Two years later, he was readmitted to our hospital because of headache and visual disturbance at 17 years of age. Brain MRI and magnetic resonance spectroscopy showed progression of MELAS. Newly developed lesions simultaneously invading the cortical gray matter and subcortical white matter were observed in the parietal, temporal, and occipital areas (Fig. 1A). A visual field test revealed total visual loss in both eyes (Fig. 2). The serum lactate level was also measured at 8.1 mmol/L, which was four times the upper limit of the normal range. His headache with visual disturbance was judged to be indicative of MELAS progression, and high-dose dexamethasone (20 mg/body surface area [BSA]/day for 7 days followed by 10 mg/BSA/day for another 5 days) and mannitol treatment were initiated to stabilize the brain lesion. Intravenous arginine and anti-seizure medications were administered [2]. Gradually, the patient's visual disturbances began to improve, and the serum lactate level stabilized between 3 and 4 mmol/L. The steroid dose was gradually reduced further, and he was maintained on low-dose prednisolone (1 mg/kg/day, maximum 30 mg/day) and was discharged 1 month after the onset of symptoms. Four months after symptom onset, brain MRI showed improvement in both occipital areas, but newly developed high-intensity lesions at the right and left parieto-temporal lobes were also noted (Fig. 1B). The visual disturbance was almost completely resolved in a follow-up visual field test (Fig. 2). Afterward, the patient's visual disturbances and seizures waxed and waned; however, the frequency of symptom recurrence gradually but significantly decreased, making it easier to perform daily activities.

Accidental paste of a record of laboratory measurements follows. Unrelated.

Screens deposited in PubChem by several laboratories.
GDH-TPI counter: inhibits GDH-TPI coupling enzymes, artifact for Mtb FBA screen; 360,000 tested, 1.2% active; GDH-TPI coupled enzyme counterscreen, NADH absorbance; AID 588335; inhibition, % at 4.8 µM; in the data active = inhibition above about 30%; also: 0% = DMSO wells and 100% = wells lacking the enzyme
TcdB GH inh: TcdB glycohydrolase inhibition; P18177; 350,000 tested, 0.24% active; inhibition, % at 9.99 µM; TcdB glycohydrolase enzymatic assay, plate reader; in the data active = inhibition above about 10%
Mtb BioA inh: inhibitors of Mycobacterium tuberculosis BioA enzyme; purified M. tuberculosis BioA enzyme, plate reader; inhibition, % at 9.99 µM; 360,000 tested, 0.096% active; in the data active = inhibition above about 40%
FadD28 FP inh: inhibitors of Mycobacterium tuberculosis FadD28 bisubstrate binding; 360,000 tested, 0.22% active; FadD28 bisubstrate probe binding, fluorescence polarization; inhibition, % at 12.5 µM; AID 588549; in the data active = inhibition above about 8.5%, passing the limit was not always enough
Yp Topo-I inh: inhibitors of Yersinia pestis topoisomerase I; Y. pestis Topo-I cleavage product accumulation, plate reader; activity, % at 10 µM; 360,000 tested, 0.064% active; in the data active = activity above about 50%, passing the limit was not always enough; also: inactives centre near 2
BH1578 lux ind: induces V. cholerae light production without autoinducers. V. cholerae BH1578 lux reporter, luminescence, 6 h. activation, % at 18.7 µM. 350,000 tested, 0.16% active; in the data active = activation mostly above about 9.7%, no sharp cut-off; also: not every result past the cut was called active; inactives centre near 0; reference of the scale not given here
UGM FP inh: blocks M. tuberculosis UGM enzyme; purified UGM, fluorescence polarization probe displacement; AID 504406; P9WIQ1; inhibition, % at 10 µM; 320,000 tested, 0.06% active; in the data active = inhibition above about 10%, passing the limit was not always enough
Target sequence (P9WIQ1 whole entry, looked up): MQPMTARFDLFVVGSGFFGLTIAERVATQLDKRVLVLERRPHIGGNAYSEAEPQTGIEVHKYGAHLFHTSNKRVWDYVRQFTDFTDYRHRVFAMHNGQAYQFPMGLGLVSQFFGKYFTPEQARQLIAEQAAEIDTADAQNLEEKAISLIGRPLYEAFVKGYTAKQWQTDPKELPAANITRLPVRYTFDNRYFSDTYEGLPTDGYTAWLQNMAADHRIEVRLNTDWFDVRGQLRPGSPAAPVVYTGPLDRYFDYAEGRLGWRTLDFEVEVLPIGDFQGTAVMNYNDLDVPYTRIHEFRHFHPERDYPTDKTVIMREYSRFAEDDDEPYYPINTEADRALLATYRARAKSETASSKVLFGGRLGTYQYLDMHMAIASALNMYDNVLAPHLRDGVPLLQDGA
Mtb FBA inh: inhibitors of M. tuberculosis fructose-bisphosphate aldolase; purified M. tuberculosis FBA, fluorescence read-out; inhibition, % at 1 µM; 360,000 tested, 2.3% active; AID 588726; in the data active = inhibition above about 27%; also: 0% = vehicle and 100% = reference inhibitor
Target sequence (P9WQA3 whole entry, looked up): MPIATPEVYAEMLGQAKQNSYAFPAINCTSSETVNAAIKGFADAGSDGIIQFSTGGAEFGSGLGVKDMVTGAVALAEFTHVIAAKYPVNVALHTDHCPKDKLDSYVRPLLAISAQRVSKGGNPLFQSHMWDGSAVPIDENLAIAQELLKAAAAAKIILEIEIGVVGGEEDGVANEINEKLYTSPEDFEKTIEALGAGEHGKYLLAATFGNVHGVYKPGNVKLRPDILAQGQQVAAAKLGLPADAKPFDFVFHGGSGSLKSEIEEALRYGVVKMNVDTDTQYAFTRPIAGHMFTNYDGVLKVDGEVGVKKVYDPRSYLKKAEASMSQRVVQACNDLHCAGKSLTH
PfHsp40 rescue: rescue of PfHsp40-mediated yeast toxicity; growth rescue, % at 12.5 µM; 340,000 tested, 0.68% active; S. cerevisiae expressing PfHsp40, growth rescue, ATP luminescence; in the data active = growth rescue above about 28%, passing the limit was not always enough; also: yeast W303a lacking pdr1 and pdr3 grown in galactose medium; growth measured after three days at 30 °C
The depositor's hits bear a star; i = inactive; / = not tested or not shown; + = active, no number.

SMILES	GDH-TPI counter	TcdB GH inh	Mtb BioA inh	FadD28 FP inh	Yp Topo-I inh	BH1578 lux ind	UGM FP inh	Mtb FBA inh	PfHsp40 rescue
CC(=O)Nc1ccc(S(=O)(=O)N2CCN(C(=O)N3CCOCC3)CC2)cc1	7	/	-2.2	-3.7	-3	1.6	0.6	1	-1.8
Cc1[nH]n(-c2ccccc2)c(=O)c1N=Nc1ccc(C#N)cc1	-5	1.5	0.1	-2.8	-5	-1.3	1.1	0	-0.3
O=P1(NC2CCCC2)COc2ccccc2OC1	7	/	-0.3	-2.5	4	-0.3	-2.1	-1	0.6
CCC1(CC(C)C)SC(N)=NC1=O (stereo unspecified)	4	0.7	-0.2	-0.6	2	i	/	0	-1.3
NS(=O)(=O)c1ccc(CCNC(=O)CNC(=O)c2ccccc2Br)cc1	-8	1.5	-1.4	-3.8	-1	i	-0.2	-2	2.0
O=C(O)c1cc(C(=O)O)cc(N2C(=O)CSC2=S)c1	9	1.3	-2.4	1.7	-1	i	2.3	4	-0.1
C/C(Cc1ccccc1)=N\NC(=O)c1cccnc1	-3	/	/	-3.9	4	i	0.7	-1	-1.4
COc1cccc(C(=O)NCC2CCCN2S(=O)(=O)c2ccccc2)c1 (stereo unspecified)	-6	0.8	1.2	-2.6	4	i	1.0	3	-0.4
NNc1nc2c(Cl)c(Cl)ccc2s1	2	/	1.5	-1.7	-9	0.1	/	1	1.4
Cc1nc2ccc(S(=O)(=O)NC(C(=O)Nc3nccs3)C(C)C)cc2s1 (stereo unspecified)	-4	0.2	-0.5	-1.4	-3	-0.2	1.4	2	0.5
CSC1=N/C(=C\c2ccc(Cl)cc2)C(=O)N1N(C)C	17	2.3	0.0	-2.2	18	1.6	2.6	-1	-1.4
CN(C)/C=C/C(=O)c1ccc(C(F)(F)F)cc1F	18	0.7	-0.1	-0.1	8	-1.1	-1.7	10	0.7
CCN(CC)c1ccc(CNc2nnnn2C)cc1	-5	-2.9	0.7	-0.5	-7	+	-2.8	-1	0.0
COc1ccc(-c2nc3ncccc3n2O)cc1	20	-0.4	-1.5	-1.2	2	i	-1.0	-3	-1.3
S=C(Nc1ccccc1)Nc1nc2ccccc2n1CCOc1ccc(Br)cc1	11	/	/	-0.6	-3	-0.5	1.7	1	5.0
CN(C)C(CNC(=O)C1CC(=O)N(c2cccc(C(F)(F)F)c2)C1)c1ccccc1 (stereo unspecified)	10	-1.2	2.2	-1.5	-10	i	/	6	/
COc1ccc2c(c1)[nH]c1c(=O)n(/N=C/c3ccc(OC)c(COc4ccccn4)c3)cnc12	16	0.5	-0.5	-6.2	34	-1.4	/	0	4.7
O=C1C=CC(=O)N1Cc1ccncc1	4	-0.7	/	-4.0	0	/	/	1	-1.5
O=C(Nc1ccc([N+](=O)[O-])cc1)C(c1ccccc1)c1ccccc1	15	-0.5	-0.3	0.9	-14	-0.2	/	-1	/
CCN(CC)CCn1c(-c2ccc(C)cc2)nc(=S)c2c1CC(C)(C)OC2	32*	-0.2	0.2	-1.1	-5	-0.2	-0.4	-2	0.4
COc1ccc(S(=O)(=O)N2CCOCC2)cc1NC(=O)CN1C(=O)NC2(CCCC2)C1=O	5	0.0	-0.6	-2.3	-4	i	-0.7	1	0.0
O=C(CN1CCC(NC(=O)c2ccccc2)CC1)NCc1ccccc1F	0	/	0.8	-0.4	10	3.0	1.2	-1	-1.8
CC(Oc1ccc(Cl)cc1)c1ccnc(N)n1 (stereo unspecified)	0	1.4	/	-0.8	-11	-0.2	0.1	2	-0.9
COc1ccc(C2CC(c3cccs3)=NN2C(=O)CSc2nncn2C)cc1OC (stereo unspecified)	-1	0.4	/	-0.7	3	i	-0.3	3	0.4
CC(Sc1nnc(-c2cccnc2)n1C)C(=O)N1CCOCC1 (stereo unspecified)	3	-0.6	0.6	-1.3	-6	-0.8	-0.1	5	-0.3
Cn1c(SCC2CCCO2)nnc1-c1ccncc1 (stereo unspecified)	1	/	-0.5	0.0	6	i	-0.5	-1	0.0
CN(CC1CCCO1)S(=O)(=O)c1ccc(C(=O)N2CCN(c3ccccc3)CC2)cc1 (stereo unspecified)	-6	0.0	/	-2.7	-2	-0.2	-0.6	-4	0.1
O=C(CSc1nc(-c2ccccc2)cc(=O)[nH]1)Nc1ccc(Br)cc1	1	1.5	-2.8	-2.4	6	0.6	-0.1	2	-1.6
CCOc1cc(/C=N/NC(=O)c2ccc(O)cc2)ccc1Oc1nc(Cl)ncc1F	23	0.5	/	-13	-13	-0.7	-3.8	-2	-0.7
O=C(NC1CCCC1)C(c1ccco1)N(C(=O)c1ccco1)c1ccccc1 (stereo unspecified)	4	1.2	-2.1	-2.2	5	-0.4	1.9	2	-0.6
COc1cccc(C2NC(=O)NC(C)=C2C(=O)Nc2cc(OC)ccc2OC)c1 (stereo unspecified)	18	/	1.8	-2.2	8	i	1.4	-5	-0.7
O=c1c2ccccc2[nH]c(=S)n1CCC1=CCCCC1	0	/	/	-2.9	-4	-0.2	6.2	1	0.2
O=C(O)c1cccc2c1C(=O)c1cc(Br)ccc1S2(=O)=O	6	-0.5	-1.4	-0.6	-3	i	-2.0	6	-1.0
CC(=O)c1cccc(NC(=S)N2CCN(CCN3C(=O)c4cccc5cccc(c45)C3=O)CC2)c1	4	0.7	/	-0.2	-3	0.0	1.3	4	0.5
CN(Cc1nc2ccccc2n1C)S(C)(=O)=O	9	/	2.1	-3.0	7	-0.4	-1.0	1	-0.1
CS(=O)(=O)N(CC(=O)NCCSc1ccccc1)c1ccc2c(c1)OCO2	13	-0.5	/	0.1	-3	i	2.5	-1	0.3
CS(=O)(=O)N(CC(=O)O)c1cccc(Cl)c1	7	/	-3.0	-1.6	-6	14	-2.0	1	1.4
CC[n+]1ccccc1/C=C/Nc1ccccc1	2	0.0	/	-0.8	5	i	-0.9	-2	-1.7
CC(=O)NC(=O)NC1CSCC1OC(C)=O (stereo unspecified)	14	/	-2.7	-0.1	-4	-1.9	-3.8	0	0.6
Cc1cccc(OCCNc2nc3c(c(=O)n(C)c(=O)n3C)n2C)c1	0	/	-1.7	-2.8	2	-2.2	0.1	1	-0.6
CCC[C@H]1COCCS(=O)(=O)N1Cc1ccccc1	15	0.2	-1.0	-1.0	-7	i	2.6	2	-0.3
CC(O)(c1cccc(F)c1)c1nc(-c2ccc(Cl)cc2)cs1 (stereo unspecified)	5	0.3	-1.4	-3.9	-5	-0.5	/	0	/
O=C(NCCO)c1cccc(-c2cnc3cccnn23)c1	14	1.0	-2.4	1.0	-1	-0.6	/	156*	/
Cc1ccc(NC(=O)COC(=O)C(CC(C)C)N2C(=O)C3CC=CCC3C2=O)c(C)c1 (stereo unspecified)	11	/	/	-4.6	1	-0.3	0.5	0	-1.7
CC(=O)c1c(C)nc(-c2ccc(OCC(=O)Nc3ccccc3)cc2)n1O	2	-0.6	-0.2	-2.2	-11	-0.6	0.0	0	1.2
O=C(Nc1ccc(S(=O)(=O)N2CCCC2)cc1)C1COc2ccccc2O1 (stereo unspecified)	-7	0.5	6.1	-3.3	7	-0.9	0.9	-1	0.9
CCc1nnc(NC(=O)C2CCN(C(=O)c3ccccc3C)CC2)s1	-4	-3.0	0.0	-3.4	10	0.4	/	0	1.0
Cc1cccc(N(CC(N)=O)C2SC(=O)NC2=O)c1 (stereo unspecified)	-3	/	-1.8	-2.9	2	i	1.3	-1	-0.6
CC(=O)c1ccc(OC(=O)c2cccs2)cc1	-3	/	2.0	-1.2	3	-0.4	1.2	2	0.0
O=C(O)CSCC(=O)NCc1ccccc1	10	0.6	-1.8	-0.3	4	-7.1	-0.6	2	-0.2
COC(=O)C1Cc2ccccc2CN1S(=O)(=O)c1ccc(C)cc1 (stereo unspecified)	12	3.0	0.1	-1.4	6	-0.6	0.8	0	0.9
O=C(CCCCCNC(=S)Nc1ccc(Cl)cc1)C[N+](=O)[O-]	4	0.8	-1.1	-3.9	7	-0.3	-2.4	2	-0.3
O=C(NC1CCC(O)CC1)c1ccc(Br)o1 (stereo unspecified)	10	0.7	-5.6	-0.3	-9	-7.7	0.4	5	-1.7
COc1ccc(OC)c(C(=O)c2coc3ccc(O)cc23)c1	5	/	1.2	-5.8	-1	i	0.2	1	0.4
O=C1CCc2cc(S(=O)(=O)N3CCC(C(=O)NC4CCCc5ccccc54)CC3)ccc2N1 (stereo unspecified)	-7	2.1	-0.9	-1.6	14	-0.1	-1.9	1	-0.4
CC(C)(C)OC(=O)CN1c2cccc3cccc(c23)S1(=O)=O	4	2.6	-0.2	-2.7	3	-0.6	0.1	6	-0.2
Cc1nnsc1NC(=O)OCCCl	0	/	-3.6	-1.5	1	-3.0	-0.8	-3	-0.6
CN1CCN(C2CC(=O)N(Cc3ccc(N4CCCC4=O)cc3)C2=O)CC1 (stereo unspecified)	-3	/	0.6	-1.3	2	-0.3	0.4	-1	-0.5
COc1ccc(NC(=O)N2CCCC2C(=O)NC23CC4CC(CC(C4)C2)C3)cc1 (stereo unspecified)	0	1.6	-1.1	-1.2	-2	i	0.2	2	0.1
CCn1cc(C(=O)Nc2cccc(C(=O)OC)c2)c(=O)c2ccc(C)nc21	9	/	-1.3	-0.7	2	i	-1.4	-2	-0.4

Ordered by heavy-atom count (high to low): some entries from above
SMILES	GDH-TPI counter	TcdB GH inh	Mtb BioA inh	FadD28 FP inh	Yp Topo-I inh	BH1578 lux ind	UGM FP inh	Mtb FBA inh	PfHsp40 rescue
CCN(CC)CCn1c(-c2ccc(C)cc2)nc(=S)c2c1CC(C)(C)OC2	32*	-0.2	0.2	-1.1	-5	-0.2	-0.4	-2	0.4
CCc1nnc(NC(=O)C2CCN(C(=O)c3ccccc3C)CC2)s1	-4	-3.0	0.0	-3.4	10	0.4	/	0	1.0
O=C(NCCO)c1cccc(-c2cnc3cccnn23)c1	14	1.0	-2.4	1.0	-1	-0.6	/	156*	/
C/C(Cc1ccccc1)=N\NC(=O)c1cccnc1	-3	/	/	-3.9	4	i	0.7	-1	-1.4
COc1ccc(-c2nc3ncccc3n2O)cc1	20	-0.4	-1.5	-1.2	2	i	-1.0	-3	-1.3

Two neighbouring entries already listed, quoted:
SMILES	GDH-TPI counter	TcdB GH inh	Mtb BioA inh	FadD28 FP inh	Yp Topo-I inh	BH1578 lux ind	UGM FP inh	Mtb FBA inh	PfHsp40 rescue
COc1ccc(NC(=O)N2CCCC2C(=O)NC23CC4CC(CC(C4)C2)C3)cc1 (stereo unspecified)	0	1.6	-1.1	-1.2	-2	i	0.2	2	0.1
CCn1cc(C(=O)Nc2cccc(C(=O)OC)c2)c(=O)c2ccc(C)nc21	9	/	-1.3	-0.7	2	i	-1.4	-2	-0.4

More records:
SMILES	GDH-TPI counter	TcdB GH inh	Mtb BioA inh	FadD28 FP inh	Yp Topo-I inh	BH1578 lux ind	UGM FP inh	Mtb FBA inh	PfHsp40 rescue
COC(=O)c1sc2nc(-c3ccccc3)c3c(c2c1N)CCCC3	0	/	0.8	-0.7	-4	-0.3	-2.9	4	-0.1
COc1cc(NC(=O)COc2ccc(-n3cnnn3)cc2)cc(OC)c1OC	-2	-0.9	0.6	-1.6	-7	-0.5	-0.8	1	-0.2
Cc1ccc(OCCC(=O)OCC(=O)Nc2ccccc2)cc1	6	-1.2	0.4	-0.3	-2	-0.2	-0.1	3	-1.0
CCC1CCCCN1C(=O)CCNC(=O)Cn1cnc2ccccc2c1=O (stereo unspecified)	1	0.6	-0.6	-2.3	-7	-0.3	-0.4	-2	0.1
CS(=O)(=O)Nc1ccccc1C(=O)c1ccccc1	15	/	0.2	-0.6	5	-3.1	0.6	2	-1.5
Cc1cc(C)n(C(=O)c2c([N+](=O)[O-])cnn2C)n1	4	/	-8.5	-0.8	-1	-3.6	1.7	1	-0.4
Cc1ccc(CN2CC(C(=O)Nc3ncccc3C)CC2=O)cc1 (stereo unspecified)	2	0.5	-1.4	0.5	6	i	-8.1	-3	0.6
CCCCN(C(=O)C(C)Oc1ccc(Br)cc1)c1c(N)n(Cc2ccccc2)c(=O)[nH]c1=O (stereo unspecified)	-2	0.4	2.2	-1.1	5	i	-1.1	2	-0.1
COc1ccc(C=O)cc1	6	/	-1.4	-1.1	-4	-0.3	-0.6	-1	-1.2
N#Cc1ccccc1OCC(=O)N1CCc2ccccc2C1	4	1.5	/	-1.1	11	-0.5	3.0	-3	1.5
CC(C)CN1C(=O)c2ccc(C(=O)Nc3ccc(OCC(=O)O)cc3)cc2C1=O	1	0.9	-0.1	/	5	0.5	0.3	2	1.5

Stroke-like episodes in MELAS are distinguishable from ischemic stroke because they are often recurrent, slowly progressing events with damaged areas often observed in the cortex and subcortical white matter with relative sparing of the deep white matter [2,3]. During stroke-like episodes, these lesions often do not strictly adhere to the typical cerebrovascular territories observed in ischemic stroke [1]. These differences are believed to be due to the presence of distinct underlying pathogenic mechanisms. Mitochondrial angiopathy and cytopathy are considered two key features that drive the pathogenesis of stroke-like episodes in patients with MELAS [2-6]. Mitochondrial angiopathy is characterized by the proliferation of abnormally enlarged mitochondria in the endothelial and smooth muscle cells of the cerebral arterioles and capillaries [5]. Such vessels with impaired mitochondrial function are vulnerable to the dysregulation of blood flow owing to their vasodilatory effect, which eventually leads to vasogenic edema. Conversely, mitochondrial cytopathy results from mitochondrial metabolic dysfunctions, such as reduced glucose oxidation, increased glycolysis, increased lactate production, mitochondrial membrane potential fluctuations, and disrupted calcium homeostasis leading to cell death [2]. Furthemore, the sequence of dominant pathogenic mechanisms in play during stroke-like episodes is of interest. Vasogenic edema during stroke-like episodes on brain MRI is characterized by T2 hyperintensity, fluid-attenuated inversion recovery hyperintensity, and apparent diffusion coefficient (ADC) hyperintensity [4]. Several studies have proposed that vasogenic edema precedes cytotoxic edema, which is characterized by diffusion-weighted image hyperintensity and ADC hypointensity [4-6]. Accordingly, treatment of vasogenic edema may, at least in part, attenuate the extent of subsequent cytotoxic edema, leading to a favorable prognosis. High-dose steroid therapy has been administered to patients with MELAS during stroke-like episodes [6,7]. Although no clinical trials have been conducted, previous studies have reported the beneficial effects of high-dose treatment during stroke-like episodes [7].